Charter Schools Fail; State Law Is Overturned by Wide Margin
By LINDA SHAW, Seattle Times Staff Reporter
For the third time in eight years, Washington voters rejected an effort to allow charter schools in the state.
Opponents of charter schools put Referendum 55 on the ballot in an effort to repeal a bill that Gov. Gary Locke signed into law last spring.
That law would allow as many as 45 new charter schools to open in the next six years, run by nonprofit organizations under contract, or “charter,” with a local school district or with the Office of Superintendent of Public Instruction. Existing public schools deemed as “needs improvement” by the state or federal government could convert to charter schools as well.
If the referendum had passed, the law would have remained in place. Returns last night indicate the law has been overturned by a wide margin.
Still, businessman Jim Spady, an avid charter-school advocate, promised that “we'll be back with cost-effective, innovative proposals as a way to help these kids who fall through the cracks of the system.”
Catherine Ahl, education chair of the League of Women Voters of Washington, said she hoped this vote will be the last. “Hopefully, this time the Legislature will understand this is the will of the people, and knock it off,” Ahl said.
Voters in Washington had rejected charter schools in 1996 and 2000. A law the Legislature passed last spring was more modest than previous proposals, but the state's largest teachers union, the Washington Education Association (WEA), launched an effort to get rid of it. Charles Hasse, president of the WEA, said his organization was ready to work with the measure's supporters on reforms to reduce class sizes and broaden access to pre-school.
Referendum 55 campaigns have been high priced. Supporters raised roughly $3.9 million, including about $3 million from a handful of rich people: Microsoft founder Bill Gates; Don Fisher, a co-founder of the Gap, Inc.; and John Walton, of the family that started Wal-Mart.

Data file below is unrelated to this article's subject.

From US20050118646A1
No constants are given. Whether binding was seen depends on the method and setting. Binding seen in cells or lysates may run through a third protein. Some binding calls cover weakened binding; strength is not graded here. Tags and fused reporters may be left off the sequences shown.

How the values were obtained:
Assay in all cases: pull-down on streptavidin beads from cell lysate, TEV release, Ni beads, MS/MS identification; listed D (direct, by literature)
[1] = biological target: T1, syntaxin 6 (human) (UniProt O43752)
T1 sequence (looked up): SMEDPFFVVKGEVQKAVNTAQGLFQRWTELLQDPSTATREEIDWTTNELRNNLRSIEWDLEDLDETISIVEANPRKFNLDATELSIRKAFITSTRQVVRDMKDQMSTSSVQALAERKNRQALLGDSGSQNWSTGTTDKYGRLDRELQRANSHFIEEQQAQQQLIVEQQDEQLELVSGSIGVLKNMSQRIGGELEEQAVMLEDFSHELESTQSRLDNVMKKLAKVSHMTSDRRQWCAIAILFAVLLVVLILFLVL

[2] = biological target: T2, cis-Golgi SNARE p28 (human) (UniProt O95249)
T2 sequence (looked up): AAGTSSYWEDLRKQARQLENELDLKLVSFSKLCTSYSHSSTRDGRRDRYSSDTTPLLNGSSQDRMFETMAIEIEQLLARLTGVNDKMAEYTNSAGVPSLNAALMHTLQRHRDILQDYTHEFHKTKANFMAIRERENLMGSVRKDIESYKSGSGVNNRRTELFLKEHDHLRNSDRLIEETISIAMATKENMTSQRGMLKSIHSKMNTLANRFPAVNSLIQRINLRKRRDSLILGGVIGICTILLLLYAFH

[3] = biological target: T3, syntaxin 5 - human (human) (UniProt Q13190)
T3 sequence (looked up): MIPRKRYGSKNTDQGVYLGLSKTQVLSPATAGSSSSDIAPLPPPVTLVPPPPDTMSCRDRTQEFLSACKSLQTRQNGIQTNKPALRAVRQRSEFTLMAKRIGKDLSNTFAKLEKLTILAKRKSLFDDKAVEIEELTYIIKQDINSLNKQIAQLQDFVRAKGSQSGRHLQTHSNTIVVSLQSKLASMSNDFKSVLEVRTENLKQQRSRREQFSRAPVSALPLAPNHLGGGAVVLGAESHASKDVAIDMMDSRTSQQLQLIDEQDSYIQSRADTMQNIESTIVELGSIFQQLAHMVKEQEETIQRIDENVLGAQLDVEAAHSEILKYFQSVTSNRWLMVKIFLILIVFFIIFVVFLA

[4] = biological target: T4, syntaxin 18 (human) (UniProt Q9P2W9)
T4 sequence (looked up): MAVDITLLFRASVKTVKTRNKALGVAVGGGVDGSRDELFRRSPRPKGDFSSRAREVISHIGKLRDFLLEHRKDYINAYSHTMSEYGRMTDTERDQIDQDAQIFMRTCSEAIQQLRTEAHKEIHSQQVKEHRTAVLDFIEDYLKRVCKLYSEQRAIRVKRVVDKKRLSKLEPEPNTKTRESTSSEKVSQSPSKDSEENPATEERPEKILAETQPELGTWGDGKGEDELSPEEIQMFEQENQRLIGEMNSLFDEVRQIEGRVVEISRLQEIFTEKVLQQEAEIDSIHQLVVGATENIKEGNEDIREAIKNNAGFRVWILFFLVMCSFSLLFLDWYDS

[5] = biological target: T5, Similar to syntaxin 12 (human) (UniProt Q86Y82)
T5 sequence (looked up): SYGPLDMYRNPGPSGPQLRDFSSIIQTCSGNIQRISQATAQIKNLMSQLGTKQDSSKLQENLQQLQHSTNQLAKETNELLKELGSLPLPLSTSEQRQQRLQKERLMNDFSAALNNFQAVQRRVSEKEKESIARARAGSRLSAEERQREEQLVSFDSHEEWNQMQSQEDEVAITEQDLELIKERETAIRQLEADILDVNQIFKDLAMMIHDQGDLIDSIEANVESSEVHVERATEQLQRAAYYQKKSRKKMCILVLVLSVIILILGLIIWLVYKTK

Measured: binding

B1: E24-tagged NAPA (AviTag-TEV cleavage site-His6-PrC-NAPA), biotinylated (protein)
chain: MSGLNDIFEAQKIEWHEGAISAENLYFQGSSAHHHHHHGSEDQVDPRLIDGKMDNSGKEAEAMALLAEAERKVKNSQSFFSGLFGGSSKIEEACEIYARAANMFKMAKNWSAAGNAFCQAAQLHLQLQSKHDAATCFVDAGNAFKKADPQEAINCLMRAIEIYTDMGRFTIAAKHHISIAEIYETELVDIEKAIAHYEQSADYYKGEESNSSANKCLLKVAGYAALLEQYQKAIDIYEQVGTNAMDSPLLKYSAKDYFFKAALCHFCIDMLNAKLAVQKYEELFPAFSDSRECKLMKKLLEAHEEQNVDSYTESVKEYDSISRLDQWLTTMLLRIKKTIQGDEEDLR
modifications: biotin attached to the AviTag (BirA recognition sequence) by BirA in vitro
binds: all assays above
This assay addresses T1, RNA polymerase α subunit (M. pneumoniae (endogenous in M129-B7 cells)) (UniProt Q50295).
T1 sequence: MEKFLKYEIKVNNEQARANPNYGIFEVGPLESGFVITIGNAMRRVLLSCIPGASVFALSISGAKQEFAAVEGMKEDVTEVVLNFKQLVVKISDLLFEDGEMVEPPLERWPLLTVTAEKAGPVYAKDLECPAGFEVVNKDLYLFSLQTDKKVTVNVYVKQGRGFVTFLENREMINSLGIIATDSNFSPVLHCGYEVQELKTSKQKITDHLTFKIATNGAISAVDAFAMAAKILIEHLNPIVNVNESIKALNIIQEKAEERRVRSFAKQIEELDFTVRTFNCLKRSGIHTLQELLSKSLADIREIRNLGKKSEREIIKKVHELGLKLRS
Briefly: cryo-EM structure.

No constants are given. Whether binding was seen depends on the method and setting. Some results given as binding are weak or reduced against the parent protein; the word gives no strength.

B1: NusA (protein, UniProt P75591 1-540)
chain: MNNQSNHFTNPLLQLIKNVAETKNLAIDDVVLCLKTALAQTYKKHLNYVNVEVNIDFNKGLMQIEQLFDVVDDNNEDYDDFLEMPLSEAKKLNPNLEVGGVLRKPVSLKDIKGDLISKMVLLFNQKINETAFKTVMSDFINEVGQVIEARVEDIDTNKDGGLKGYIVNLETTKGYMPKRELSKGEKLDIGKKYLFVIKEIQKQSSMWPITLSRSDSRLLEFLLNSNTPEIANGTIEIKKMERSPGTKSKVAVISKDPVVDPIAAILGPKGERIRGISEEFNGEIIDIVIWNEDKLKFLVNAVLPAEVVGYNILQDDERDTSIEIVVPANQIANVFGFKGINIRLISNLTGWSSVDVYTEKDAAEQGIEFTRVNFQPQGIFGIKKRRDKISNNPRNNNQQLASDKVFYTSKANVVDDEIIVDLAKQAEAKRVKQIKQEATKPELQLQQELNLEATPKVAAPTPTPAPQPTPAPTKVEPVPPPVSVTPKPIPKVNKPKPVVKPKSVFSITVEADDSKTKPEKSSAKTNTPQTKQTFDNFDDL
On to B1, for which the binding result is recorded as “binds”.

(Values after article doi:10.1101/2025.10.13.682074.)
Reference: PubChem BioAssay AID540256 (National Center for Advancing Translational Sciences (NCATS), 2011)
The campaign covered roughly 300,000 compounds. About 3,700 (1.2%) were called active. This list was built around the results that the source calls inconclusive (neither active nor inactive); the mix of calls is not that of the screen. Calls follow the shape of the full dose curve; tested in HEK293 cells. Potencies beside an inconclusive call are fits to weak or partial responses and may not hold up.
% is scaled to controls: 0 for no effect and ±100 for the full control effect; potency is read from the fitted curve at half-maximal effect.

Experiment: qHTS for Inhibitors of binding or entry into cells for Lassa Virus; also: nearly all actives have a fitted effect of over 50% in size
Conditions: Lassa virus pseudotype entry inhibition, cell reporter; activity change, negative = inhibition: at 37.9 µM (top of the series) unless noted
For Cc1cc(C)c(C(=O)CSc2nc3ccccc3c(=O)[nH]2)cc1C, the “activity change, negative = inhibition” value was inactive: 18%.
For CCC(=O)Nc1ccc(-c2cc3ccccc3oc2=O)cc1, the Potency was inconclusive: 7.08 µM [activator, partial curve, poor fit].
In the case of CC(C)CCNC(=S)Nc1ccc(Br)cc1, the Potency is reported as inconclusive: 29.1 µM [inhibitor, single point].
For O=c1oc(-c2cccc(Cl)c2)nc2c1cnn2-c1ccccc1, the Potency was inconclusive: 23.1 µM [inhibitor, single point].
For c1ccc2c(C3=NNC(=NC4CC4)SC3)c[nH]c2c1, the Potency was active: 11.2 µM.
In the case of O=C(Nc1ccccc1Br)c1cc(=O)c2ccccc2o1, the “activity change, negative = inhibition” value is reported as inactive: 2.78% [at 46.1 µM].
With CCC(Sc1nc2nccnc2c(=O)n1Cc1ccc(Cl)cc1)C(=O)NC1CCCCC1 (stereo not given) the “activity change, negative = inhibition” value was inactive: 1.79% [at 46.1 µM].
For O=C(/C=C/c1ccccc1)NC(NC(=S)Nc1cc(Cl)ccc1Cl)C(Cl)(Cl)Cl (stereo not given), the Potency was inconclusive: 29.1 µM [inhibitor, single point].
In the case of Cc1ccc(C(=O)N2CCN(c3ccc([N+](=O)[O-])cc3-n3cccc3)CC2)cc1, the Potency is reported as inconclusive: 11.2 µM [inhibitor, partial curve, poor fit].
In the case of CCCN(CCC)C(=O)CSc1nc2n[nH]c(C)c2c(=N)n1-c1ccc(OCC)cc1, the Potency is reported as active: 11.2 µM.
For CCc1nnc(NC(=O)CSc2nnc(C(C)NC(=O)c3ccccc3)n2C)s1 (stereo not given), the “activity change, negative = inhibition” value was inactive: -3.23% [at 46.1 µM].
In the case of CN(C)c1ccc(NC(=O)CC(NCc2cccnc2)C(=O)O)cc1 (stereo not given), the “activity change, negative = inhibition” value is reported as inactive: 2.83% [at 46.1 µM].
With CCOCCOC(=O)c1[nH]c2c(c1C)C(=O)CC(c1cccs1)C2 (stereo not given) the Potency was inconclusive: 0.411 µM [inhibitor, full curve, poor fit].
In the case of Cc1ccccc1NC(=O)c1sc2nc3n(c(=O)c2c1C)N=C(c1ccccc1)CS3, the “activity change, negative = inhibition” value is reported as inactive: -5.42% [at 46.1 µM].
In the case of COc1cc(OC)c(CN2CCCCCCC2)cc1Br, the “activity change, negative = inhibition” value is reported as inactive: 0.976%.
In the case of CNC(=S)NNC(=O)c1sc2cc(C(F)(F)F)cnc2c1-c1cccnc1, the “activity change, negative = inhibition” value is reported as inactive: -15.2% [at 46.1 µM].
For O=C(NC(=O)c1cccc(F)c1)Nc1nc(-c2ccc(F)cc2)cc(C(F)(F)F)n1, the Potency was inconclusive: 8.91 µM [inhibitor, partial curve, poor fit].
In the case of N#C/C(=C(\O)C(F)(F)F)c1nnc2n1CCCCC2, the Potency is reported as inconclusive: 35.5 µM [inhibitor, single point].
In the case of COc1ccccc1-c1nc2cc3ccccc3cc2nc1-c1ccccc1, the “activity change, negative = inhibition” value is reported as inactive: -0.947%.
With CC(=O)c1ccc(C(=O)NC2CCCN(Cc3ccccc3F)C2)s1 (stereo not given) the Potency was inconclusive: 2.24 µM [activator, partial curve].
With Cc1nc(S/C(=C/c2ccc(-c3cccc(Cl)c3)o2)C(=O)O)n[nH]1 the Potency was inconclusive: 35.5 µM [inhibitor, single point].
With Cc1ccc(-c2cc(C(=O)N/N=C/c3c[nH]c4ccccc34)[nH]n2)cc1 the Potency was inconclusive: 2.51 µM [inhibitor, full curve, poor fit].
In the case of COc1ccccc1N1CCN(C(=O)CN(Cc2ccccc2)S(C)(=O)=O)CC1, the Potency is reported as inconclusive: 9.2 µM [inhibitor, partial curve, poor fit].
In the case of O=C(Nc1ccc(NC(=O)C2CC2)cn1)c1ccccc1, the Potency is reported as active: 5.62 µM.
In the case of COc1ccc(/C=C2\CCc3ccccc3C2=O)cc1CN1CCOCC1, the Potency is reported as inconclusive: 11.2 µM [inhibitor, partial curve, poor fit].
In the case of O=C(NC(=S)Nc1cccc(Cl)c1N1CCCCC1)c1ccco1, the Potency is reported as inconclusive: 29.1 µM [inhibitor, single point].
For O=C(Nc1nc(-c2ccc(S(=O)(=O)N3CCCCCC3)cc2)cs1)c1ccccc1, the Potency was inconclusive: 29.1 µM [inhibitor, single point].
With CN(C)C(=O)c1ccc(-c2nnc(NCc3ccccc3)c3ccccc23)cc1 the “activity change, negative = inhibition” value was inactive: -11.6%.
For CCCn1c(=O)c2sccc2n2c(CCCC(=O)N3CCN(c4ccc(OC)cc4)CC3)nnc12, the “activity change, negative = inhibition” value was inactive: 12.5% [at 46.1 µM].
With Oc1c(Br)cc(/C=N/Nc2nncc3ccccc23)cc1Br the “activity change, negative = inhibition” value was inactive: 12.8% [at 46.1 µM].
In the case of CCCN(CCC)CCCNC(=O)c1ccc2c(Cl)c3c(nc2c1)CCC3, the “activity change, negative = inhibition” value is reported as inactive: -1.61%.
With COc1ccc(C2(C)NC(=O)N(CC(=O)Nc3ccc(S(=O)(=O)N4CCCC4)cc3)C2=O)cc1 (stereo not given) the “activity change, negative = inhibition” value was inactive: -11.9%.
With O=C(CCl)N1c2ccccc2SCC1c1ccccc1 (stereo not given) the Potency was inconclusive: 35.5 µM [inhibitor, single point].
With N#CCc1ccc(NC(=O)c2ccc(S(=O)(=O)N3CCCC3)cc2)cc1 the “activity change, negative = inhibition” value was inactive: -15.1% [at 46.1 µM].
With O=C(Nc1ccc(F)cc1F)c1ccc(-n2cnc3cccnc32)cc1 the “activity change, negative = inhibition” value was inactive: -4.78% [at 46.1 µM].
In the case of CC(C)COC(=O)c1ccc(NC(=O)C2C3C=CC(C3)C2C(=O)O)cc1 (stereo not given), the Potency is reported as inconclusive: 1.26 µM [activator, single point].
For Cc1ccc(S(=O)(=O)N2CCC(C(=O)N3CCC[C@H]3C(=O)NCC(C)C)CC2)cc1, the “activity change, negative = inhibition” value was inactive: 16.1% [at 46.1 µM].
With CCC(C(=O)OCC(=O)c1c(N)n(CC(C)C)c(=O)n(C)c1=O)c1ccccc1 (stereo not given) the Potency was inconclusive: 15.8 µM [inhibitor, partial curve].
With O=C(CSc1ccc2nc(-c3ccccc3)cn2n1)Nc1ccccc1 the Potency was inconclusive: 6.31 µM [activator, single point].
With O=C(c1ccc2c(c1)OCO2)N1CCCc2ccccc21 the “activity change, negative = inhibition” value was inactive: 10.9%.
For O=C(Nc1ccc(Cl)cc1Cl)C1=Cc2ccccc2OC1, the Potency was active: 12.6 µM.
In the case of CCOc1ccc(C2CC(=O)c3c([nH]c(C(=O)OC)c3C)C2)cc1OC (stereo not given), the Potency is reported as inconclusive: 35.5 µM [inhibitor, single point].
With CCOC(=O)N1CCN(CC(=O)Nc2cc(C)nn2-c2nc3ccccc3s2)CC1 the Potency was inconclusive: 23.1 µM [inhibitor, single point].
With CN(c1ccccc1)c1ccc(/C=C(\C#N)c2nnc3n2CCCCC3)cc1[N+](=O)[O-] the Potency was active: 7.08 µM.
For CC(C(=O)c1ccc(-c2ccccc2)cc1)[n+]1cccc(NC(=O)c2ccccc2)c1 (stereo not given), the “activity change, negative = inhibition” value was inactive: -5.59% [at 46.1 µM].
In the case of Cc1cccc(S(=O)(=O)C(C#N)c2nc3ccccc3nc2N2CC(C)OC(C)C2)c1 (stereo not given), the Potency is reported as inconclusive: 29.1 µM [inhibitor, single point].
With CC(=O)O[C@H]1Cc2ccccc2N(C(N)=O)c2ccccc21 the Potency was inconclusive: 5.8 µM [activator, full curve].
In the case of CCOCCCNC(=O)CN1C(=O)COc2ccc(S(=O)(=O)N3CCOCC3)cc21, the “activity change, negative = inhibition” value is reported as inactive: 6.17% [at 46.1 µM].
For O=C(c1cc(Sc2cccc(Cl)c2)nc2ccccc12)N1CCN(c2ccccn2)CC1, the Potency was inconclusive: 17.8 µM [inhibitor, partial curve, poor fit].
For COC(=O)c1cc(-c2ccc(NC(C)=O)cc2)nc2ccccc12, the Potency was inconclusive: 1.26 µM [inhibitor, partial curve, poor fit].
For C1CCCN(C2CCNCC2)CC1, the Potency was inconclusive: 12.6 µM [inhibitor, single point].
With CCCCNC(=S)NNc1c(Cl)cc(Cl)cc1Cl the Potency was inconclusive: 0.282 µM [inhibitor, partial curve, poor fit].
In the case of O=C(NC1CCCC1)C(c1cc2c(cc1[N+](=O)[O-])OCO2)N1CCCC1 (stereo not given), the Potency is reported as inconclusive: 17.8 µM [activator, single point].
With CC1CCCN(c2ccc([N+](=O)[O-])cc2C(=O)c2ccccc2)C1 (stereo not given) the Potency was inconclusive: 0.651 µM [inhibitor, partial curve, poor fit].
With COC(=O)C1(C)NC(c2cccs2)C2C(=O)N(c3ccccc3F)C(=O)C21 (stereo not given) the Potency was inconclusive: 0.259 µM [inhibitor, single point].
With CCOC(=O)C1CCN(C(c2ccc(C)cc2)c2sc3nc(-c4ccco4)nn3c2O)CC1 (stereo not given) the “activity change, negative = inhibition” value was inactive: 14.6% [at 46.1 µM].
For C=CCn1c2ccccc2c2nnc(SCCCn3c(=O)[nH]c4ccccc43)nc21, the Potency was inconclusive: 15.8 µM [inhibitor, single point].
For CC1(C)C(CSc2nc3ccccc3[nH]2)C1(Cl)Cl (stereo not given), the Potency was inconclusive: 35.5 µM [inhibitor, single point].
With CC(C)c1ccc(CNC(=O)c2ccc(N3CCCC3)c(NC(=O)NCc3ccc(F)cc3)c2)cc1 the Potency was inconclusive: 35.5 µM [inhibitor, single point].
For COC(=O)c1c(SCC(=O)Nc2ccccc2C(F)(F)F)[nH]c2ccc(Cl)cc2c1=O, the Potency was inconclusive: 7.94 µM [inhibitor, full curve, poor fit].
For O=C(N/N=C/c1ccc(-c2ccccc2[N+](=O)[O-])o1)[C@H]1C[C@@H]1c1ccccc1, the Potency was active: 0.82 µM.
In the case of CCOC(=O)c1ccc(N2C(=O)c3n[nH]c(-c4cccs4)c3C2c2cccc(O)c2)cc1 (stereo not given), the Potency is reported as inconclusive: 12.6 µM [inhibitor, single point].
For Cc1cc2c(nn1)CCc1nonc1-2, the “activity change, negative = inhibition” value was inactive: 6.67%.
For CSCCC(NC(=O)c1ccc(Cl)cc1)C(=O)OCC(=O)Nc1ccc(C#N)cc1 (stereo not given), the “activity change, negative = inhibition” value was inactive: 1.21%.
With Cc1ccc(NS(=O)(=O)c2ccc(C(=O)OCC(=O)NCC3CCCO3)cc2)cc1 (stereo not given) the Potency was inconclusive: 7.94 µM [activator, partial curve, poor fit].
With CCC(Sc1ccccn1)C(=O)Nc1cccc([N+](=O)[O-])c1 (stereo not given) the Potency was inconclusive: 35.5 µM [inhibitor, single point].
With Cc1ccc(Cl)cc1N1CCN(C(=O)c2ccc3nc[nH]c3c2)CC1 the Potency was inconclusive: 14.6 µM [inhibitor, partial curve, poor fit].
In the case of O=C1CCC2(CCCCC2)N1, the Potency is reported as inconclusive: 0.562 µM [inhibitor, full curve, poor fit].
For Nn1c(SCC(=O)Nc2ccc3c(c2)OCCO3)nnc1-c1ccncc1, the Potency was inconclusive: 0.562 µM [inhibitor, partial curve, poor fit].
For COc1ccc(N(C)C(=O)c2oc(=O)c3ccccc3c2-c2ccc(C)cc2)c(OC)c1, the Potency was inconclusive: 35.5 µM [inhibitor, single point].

Opponents raised about $1.3 million, with most of the money coming from the WEA and its parent organization, the National Education Association.
The race has drawn interest from outside the state, because of a national debate over charter schools and school choice. More than 3,000 have been launched in nearly 40 states.
Supporters argue that charter schools allow innovation because they are free from many regulations that constrain public schools. They also argue that charter schools are more accountable because if they don't perform well, parents will remove their children or districts will revoke the charters. The Washington law gives priority to charters that have a mission of serving children from disadvantaged backgrounds.
Opponents say charters shift scarce education funds to a new school system that at best performs equally as existing public schools. They also contend that charter schools are less accountable because the local school boards don't have direct control.
Linda Shaw: 206-464-2359 or email@example.com. Staff reporter Sanjay Bhatt contributed to this report.
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